Monday, April 15, 2019

Back and Forth

Monday April 15, 2019 – A mix of dispiriting and encouraging news led to an uneven week in the markets and a largely flat performance across the major indexes. Global economic growth concerns were brought to the fore on Monday after the IMF's downward revision to its 2019 global growth forecast to 3.3% from 3.5%. These concerns avoided further exacerbation with the extension of the Brexit deadline to October 31st, new Chinese exports and bank lending data showing a slight uptick in activity, dovish commentary from the FOMC's March minutes, and the ECB's reaffirmation of its accommodative monetary policy. In the absence of any further negative catalysts, markets received a boost on Friday with a positive start to Q1 earnings season from the banking sector, a major M&A development in the energy space, and warm reception to the unveiling of Disney's upcoming streaming service.

JP Morgan's record revenue, net income, and positive loan growth, along with higher profits from Wells Fargo and PNC Financial Services, helped counteract slowdown fears from earlier in the week. Banks serve as a bellwether for broader economic activity so this positive performance could augur well for the rest of the Q1 earnings season, with the caveat that this upward momentum may reverse or grind to a halt with the Fed's recent rate hike pause and its consequent impact on net interest margins. Chevron's announced acquisition of Anadarko Petroleum for $33 billion provided a further lift to the markets by fueling speculation of addition industry consolidation and, as a result, gains in many smaller energy companies viewed as likely takeover targets. Disney's streaming service announcement provided the final stimulus, as the service's broad content offering and industry-low pricing were viewed as competitively positioned for today's crowded and rapidly evolving streaming media and entertainment landscape.

By week's end, this balance of negative and positive news led to muted moves in the DJIA, S&P 500, and Nasdaq with them rising 0.0%, 0.5%, and 0.6% respectively.

In ETFs news, a potential industry-changing development took place this week. On Monday, the SEC gave approval to Precidian Investments for a new type of structure that trades and operates like an ETF, but without the transparency and disclosure requirements that ETFs are widely known for. After getting the greenlight following 10 years of regulatory scrutiny, Precidian will be allowed to license its nontrasparent actively managed structure to other asset managers if no objections are raised between now and May 3rd. The "ActiveShares" framework will permit the disclosure of daily holdings only to Authorized Participants to facilitate creations & redepemtions. In a sharp break with the daily transparency ETF investors are accustomed to, the portfolios of ActiveShares funds would be presented to the public very similar to the way mutual funds currently operate - on a quarterly basis with up to a 60 day lag. However, despite this portfolio opaqueness, the funds would also be required to publish intraday indicative value figures every second so that investors can monitor whether a fund's price is staying in line with its underlying assets.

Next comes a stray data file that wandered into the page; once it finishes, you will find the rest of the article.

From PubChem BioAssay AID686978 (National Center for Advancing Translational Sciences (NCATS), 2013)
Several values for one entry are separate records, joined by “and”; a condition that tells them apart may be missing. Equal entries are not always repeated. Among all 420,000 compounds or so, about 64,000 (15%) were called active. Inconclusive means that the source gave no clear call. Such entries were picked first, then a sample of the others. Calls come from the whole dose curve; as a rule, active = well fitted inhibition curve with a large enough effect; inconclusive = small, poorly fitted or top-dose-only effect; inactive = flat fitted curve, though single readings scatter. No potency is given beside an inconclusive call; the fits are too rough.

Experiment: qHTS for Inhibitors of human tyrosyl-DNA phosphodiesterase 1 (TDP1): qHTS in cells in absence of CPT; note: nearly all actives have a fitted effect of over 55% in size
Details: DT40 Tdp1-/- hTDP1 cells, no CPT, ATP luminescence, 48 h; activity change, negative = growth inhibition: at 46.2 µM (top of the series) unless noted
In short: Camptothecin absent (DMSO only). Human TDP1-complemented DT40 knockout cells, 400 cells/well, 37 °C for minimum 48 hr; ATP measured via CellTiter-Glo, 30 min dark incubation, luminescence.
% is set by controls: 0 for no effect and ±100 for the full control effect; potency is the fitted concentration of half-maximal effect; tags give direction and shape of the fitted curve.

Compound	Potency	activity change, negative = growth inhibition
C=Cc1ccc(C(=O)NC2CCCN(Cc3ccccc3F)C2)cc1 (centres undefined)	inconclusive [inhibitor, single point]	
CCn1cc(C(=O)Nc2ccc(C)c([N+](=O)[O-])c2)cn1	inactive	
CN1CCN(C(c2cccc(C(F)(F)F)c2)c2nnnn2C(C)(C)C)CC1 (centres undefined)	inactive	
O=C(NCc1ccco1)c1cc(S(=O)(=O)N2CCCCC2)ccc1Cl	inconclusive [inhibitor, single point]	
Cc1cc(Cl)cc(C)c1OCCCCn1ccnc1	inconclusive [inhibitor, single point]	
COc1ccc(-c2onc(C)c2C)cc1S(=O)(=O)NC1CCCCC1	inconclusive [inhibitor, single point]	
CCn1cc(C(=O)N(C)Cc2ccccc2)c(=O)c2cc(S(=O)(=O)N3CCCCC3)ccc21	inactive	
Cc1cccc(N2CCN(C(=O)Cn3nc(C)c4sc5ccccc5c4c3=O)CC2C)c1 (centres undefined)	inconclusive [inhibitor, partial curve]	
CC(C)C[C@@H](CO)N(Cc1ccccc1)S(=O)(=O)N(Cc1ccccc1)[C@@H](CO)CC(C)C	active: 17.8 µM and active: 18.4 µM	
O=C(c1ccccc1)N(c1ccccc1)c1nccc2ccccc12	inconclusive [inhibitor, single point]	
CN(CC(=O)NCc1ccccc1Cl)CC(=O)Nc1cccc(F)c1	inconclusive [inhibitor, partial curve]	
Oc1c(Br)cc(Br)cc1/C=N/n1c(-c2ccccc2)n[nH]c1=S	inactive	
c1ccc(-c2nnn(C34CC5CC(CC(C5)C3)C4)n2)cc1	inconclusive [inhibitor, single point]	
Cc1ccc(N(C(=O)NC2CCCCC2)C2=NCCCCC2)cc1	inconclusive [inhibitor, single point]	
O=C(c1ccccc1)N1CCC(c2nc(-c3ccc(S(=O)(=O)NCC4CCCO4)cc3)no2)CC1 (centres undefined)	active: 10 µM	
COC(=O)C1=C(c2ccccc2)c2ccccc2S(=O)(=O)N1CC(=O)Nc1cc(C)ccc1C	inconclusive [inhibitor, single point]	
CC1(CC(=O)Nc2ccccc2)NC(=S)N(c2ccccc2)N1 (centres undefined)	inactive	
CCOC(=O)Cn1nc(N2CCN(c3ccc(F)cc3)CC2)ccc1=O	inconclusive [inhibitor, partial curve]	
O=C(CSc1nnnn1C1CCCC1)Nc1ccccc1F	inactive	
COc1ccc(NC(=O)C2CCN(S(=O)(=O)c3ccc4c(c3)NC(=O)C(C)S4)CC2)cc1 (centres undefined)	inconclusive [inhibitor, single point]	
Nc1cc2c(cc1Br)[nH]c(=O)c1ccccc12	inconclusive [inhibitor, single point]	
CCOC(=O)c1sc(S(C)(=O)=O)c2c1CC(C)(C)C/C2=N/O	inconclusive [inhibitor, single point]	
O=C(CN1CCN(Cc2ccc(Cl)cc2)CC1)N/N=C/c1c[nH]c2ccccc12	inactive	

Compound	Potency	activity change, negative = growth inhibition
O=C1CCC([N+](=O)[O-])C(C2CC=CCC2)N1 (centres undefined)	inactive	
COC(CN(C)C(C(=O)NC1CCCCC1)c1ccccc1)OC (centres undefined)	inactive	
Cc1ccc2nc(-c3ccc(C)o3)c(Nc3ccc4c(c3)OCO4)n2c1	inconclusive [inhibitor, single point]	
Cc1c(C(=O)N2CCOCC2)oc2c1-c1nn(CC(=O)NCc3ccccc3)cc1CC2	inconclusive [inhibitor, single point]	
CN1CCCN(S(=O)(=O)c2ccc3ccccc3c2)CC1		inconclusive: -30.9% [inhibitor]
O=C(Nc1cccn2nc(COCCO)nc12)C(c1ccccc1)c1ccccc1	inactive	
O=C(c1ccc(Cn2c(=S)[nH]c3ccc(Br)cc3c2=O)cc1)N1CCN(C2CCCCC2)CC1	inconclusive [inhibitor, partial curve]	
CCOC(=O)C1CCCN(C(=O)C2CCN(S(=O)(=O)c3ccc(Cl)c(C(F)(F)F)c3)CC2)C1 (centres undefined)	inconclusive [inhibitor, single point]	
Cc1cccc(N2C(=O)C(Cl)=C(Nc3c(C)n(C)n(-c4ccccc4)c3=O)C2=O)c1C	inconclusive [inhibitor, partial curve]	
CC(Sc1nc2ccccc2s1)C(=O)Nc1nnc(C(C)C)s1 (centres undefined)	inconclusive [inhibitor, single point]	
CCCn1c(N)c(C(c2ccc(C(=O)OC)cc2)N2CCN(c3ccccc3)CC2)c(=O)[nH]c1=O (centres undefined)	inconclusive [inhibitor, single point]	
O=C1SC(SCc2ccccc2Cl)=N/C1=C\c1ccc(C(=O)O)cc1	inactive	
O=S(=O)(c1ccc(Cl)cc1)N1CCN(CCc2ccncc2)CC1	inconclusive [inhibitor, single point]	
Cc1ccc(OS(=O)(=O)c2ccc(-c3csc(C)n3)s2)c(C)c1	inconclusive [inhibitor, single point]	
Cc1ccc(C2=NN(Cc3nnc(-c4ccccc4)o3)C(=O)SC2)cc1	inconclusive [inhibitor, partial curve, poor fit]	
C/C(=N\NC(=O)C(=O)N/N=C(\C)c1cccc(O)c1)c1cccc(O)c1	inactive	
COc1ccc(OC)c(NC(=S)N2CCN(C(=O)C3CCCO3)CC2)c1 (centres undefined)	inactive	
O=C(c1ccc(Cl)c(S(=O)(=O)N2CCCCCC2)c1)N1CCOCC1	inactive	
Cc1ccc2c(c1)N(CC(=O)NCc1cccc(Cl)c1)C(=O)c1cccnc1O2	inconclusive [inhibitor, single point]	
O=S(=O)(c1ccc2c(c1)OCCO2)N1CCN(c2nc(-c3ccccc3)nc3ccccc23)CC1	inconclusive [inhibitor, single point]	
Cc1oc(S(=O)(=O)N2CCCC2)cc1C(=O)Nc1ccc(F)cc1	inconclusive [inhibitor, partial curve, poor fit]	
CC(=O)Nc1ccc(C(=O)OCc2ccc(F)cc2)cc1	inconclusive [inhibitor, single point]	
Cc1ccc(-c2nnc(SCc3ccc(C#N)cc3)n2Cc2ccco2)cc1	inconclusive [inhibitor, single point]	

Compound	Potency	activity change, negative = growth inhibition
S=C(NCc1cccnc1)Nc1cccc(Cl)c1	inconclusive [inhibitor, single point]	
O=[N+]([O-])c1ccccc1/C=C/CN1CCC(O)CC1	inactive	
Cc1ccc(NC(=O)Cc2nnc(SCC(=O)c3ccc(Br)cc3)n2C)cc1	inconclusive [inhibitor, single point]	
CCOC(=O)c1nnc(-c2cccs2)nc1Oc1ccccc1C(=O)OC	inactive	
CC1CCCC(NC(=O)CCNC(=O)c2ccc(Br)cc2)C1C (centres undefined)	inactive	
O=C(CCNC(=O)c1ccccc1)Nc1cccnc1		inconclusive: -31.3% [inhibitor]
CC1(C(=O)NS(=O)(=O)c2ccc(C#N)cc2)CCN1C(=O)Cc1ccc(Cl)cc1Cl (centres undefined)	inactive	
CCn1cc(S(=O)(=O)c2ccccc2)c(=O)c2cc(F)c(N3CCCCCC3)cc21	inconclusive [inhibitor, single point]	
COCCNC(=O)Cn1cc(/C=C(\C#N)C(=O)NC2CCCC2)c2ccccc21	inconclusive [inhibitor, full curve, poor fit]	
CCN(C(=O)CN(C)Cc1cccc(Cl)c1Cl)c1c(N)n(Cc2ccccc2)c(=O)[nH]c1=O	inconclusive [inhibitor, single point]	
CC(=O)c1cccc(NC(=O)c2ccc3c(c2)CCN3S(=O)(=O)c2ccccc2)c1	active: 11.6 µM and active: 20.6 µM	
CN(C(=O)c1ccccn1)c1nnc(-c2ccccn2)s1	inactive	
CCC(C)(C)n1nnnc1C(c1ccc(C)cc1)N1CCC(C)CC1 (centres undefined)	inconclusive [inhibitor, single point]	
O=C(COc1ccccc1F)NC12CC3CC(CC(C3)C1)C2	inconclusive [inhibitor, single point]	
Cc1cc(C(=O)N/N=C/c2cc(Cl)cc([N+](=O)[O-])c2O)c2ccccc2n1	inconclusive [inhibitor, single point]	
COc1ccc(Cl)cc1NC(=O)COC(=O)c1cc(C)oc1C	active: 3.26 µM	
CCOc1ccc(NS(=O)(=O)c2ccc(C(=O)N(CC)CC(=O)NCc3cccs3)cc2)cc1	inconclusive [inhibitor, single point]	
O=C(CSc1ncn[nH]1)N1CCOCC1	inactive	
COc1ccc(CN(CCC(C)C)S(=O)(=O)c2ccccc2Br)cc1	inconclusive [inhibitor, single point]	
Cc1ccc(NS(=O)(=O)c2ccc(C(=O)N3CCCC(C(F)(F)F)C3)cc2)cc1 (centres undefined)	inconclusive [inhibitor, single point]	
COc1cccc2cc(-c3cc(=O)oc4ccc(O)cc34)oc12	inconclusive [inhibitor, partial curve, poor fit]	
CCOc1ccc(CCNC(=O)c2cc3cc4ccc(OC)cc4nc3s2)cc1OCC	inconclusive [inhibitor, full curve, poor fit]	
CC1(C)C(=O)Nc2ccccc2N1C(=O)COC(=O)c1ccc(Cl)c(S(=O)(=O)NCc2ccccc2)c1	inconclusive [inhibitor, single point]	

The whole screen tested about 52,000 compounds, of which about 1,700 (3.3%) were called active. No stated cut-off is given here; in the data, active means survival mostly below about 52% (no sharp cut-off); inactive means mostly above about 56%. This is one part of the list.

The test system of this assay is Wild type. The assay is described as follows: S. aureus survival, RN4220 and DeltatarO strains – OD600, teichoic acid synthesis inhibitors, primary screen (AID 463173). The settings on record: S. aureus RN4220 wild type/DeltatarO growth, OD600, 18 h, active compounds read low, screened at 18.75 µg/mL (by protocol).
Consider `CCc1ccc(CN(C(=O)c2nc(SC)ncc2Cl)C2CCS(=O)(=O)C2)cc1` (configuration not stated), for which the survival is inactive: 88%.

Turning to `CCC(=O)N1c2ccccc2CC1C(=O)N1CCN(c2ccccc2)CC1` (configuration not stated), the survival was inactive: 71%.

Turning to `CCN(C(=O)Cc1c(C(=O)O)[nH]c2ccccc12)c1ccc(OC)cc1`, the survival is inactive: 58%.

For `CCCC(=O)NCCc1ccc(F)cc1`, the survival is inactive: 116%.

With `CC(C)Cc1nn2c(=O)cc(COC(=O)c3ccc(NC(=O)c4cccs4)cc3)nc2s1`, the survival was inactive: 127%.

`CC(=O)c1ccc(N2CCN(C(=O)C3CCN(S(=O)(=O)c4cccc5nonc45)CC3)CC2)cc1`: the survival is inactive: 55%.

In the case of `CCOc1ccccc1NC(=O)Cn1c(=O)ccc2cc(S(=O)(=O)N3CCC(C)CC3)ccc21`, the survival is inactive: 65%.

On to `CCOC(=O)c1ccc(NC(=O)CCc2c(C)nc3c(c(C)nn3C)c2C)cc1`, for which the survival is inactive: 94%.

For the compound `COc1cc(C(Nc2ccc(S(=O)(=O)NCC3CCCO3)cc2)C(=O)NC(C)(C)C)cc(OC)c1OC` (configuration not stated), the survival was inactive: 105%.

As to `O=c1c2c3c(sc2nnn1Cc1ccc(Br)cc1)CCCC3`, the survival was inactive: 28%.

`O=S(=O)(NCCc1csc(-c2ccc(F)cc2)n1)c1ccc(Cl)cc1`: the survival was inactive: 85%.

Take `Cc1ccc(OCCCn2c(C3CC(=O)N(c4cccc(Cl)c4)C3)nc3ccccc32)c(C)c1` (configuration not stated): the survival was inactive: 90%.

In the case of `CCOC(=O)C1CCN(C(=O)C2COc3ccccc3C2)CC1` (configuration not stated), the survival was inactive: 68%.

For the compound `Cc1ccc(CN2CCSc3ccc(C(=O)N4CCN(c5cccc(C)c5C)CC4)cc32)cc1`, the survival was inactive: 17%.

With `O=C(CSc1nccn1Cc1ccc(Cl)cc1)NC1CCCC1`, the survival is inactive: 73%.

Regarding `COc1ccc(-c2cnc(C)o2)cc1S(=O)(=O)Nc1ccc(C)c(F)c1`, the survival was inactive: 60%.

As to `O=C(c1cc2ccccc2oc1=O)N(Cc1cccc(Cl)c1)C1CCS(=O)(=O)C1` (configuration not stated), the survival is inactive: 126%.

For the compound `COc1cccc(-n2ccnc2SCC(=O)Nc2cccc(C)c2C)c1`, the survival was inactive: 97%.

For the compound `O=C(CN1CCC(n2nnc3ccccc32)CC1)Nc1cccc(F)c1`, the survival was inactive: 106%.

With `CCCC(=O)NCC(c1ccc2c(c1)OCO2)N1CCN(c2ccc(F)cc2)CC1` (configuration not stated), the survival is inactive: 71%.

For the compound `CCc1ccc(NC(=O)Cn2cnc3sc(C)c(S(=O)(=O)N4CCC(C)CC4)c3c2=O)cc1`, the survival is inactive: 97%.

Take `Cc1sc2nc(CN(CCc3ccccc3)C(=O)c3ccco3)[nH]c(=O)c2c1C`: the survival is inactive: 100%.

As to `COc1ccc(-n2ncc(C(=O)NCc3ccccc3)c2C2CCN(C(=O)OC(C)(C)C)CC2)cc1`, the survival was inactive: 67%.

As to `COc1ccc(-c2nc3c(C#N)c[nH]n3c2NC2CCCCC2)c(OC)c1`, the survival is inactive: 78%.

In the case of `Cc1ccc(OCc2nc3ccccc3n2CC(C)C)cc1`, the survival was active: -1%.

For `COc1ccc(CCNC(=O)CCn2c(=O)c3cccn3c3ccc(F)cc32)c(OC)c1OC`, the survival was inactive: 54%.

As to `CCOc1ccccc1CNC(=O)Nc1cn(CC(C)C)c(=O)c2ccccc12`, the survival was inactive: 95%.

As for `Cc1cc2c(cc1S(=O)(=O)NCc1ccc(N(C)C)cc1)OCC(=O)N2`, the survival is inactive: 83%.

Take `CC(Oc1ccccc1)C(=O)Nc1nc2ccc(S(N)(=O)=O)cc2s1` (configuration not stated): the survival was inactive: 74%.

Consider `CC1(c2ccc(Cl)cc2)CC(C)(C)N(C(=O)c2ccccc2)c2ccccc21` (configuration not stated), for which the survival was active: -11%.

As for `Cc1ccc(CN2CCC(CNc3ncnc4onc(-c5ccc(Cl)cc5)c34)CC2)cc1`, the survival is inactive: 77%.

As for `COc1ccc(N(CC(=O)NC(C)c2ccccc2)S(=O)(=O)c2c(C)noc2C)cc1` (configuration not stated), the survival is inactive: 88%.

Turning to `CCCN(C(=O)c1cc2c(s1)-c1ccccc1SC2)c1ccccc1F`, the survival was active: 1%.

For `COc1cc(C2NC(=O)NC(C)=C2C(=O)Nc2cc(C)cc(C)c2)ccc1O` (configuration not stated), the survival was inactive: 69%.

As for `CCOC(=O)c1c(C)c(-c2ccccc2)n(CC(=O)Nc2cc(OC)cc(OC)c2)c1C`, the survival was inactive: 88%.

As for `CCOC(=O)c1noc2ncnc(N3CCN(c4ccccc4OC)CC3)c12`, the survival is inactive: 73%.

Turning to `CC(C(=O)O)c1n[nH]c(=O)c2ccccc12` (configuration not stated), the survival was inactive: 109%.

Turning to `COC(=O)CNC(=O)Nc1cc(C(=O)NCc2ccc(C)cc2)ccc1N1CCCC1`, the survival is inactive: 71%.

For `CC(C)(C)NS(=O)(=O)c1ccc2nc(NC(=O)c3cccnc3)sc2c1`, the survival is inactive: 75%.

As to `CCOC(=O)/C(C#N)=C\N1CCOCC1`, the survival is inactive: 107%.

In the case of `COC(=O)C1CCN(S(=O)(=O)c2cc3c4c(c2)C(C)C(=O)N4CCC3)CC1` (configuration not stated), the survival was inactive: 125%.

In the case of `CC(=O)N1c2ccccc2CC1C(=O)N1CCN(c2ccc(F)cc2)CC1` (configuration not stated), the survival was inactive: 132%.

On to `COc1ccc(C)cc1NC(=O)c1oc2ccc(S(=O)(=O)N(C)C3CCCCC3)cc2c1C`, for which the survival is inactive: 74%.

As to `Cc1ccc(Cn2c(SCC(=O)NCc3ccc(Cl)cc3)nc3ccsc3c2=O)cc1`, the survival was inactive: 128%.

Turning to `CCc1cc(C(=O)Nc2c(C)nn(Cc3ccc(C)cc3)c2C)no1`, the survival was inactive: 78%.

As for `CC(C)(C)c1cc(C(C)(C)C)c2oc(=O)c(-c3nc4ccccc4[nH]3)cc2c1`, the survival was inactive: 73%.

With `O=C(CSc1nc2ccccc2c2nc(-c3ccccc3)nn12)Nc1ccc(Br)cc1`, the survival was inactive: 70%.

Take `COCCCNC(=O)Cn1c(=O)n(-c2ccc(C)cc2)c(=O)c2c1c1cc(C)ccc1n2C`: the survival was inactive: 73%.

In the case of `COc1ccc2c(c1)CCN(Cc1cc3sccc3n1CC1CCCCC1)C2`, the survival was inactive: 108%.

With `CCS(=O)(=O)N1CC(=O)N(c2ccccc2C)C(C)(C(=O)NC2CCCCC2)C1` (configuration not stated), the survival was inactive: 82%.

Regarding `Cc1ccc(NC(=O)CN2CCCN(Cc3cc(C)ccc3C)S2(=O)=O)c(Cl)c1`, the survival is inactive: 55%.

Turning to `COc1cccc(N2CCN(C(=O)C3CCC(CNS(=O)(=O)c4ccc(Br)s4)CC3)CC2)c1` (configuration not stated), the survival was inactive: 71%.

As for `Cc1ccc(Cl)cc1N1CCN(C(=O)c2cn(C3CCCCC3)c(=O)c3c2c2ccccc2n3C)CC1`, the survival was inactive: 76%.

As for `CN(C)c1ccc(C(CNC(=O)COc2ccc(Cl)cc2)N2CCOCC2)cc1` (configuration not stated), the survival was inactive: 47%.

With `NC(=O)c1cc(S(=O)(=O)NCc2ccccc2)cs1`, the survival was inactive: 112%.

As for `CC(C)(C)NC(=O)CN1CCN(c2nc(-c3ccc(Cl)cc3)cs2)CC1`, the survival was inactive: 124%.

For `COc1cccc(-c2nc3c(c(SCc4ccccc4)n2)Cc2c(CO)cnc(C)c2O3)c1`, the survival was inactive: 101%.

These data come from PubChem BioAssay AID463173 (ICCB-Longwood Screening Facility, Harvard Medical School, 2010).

Precidian's framework could potentially open the flood gates to other active managers who been eager to tap into the popularity of ETFs, but unwilling to surrender their intellectual property and proprietary investment strategies. The ActiveShares structure has already been licensed by asset management giants like BlackRock and American Century. While this approval will likely be greeted by active managers with alacrity, the key issue will be whether these funds can attract sufficient assets by overcoming investor's growing aversion to non-transparency and perception of the inefficacy of actively managed strategies.

ETFG Weekly Select List - the five most highly rated ETFs per Sector, Geographic Region and Strategy as ranked by the ETFG Quant model.

Due to the upward momentum emanating from the financial and energy sectors this week, we'd like to feature the current top-rated ETFs within these respective groups according to our model. In the financial sector, SPRD S&P Insurance ETF (KIE) currently resides as the top-rated fund. KIE is followed by iShares MSCI Europe Financials ETF (EUFN), Davis Select Financial ETF (DFNL), iShares Global Financials ETF (IXG), and John Hancock Multifactor Financials ETF (JHMF). This group was unchanged from the previous week, with the exception of the 4th and 5th ranked positions where IXG and JHMF supplanted Fidelity MSCI Financials Index ETF (FNCL) and Financial Select Sector SPDR Fund (XLF). Our current financials top 5 represents an eclectic way of tapping into the sector, with a more targeted sector subgroup ETF in KIE, a regionally focused fund in EUFN, an actively managed strategy in DFNL, a broad-based globally oriented fund in IXG, and a smart beta approach in JHMF.

Within the energy sector, VanEck Vectors Oil Service ETF (OIH), Invesco DWA Energy Momentum ETF (PXI), First Trust North American Energy Infrastructure Fund (EMLP), John Hancock Multifactor Energy Fund (JHME), and VanEck Vectors Oil Refiners ETF (CRAK) currently rank as the top 5 rated funds. This group largely held steady from last week, with little change other than JHME replacing SPDR S&P Oil & Gas Equipment & Services ETF (XES). As with the financial sector, these group of funds illustrate the myriad ways of slicing and dicing different sectors. Our select list enables you to uncover the wide set of opportunities available by sector, geography, and investment strategy available within the ETF wrapper.

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